Why SIEM did not fit the bill revolves around a few key factors. Firstly, SIEM solutions are designed to ingest and aggregate log data from different sources. This data is then difficult to sift through and piece together, especially when trying to find the root cause of an issue. Secondly, some SIEM vendors have added rudimentary analytics functionality to their products, but this is not enough to address concerns accurately. Further, SIEM solutions are focused on analysis after an incident rather than detecting an incident and are often one-directional, without any ability to control or respond. Security teams are often forced to rely on manual intervention when using SIEM solutions, which can lead to errors and delays in addressing issues.
Given these challenges, it’s understandable that SIEM has failed to address modern security threat detection concerns effectively.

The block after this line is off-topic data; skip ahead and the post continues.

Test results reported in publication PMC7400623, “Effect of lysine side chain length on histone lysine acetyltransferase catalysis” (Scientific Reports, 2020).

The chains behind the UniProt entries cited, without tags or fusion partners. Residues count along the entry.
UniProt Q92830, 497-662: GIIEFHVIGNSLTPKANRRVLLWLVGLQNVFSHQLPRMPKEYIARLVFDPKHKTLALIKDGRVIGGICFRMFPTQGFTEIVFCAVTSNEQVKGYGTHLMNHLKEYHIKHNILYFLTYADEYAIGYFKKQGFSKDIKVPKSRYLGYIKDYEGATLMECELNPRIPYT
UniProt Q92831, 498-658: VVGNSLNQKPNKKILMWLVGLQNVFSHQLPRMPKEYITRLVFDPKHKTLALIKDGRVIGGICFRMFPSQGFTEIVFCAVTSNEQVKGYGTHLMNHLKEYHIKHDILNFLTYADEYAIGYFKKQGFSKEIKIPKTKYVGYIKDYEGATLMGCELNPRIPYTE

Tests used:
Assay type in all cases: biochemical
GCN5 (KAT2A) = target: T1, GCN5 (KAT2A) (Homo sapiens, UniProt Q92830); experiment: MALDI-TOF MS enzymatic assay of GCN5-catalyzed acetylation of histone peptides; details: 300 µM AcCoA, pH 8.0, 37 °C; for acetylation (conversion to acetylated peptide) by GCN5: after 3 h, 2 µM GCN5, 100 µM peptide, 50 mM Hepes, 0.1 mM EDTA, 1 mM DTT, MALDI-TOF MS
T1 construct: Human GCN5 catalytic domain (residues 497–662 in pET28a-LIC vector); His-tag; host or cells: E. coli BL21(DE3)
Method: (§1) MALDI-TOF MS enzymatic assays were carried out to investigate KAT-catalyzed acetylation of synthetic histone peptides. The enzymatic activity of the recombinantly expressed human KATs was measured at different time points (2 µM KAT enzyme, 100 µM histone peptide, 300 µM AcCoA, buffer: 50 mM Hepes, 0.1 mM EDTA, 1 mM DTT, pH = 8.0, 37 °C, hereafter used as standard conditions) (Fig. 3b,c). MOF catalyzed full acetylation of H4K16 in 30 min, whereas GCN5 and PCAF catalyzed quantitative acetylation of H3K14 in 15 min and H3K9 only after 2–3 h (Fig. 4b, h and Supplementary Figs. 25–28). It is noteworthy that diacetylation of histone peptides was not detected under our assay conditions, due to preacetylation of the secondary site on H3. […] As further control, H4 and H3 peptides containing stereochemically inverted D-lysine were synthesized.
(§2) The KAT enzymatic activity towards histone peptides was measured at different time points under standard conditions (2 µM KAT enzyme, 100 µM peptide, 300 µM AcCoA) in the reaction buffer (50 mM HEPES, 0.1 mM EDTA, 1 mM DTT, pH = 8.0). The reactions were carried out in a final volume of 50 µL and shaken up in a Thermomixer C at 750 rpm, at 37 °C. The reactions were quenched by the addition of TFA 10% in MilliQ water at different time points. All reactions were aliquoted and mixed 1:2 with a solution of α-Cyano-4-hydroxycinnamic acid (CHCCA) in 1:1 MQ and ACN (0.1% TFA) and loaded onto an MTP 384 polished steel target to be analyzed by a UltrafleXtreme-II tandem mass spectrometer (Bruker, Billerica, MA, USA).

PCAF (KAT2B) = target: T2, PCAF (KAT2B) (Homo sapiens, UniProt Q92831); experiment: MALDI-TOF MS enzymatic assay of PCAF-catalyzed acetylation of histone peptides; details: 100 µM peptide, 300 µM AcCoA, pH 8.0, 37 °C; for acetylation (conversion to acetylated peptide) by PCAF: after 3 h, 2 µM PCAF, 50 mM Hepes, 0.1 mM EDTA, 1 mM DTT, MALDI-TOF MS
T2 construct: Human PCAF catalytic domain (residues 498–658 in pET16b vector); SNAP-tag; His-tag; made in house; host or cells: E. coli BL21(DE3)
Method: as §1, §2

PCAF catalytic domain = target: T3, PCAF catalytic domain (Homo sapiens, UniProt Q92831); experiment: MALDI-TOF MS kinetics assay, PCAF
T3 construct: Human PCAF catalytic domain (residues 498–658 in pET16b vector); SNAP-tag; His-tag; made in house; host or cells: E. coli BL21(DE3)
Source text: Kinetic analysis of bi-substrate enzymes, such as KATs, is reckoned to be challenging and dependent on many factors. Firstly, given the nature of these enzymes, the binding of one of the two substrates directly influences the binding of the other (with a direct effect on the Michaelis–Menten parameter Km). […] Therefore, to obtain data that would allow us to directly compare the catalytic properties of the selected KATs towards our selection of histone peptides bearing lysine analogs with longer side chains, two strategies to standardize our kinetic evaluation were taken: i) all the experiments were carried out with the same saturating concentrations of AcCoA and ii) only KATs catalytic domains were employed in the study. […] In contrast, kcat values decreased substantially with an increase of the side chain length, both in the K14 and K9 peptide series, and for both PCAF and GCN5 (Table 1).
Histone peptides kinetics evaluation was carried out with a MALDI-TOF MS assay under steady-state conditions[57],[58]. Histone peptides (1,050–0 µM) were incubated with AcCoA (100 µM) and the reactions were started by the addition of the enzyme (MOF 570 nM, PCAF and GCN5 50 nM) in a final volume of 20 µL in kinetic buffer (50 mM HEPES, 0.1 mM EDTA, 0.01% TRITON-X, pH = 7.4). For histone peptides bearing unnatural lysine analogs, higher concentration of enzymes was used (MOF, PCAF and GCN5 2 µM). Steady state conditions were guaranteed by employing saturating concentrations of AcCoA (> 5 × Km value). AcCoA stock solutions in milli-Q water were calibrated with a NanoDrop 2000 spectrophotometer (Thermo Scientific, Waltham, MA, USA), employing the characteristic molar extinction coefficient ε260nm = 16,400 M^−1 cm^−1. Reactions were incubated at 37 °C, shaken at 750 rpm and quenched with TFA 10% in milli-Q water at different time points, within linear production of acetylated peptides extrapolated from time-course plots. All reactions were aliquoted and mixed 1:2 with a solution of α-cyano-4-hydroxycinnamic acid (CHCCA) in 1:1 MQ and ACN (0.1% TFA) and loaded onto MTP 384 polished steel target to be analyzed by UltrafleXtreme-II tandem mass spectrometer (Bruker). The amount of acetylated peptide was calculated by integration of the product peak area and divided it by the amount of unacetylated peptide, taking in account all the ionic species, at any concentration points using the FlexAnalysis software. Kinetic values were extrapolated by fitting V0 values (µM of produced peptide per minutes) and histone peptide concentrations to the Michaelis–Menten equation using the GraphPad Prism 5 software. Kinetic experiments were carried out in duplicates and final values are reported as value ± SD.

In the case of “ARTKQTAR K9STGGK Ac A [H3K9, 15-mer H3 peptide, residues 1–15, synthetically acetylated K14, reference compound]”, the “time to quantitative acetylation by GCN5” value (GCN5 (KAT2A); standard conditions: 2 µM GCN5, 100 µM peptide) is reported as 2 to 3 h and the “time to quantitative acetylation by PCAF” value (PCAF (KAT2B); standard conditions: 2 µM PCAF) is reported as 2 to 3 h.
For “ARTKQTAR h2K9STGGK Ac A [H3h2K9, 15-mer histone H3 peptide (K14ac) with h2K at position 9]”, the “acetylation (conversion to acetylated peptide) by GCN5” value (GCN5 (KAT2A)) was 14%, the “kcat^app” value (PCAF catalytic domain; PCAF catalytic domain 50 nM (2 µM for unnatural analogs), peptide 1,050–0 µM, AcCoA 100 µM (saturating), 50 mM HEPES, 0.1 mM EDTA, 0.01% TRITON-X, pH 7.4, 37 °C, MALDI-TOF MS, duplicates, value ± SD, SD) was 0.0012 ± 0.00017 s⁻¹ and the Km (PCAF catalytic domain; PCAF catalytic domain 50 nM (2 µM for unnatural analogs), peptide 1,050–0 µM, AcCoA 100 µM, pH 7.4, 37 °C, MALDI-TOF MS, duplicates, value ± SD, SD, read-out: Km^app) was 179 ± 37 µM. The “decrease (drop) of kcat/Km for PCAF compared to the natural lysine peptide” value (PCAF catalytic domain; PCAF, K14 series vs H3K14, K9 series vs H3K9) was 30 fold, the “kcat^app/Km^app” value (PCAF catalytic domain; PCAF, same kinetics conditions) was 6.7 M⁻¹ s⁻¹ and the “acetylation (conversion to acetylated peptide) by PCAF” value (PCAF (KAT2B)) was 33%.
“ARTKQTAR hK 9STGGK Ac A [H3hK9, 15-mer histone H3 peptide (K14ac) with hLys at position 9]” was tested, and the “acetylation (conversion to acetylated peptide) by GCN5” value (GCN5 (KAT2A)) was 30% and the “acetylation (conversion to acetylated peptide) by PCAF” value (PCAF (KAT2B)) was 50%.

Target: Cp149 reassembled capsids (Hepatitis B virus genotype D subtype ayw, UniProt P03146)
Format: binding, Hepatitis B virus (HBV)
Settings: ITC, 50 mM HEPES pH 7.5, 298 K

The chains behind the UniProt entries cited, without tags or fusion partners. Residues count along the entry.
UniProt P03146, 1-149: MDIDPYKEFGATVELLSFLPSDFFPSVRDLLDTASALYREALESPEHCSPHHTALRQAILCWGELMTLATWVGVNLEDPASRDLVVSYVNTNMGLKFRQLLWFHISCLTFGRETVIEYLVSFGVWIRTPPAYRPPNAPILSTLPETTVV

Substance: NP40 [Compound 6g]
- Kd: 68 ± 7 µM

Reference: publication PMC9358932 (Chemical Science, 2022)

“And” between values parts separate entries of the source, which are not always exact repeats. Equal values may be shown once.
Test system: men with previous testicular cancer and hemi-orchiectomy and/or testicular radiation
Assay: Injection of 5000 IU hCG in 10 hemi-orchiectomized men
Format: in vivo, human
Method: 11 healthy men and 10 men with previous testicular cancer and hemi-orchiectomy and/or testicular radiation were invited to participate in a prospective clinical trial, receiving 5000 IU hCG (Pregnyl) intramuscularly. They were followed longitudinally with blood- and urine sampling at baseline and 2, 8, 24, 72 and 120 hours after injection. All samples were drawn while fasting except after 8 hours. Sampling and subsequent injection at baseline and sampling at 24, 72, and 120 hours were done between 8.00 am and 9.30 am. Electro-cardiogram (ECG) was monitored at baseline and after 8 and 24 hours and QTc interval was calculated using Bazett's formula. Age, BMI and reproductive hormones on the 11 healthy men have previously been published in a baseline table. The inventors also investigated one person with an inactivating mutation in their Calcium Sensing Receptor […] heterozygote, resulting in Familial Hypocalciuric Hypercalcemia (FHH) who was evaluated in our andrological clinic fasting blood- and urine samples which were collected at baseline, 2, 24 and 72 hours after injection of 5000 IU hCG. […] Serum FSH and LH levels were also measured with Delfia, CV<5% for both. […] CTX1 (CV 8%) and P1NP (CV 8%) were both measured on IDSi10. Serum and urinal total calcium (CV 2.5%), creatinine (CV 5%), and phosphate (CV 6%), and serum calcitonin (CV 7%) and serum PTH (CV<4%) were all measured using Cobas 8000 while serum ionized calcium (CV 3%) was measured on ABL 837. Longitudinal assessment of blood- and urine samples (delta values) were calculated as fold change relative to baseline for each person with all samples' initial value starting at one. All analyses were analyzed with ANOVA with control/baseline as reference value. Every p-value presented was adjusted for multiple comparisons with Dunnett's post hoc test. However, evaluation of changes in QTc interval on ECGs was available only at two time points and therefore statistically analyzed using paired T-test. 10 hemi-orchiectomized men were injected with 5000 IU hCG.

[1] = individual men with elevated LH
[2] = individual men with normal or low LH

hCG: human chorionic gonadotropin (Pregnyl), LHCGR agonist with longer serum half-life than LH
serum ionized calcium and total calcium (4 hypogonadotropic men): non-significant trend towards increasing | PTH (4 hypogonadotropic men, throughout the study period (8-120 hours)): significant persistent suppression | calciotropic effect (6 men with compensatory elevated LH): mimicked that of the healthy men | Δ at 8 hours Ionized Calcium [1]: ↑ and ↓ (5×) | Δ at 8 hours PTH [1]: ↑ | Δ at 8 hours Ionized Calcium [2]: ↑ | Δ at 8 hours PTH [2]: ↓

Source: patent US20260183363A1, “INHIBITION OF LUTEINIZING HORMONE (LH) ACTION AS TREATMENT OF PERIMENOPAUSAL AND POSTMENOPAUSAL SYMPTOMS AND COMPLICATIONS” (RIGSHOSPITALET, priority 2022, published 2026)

This is where XDR solutions come in. XDR is not about collecting as much data as possible. It’s about being strategic and only collecting the data that is most relevant. This way, you can more easily identify patterns and anomalies. Compared to older tools and technologies, XDR provides higher fidelity and confidence and allows security teams to identify and eliminate security vulnerabilities without adding extra tools or more people.
An XDR platform aims to solve the challenges of a SIEM tool by effective detection and response to targeted attacks. This is not to say that SIEM tools are not needed in an enterprise security stack. SIEMs have been and are useful in solving a number of use cases like log management, compliance, data aggregation, and analytics.
How Endpoint Threat Data Is Crucial for XDR
While XDR and SIEM are tangentially related, the new technology has more in common with EDR. In fact, XDR is an evolution of EDR that broadens the scope of detection far beyond endpoints. XDR builds on the threat detection and response capabilities of EDR and extends it across multiple security tools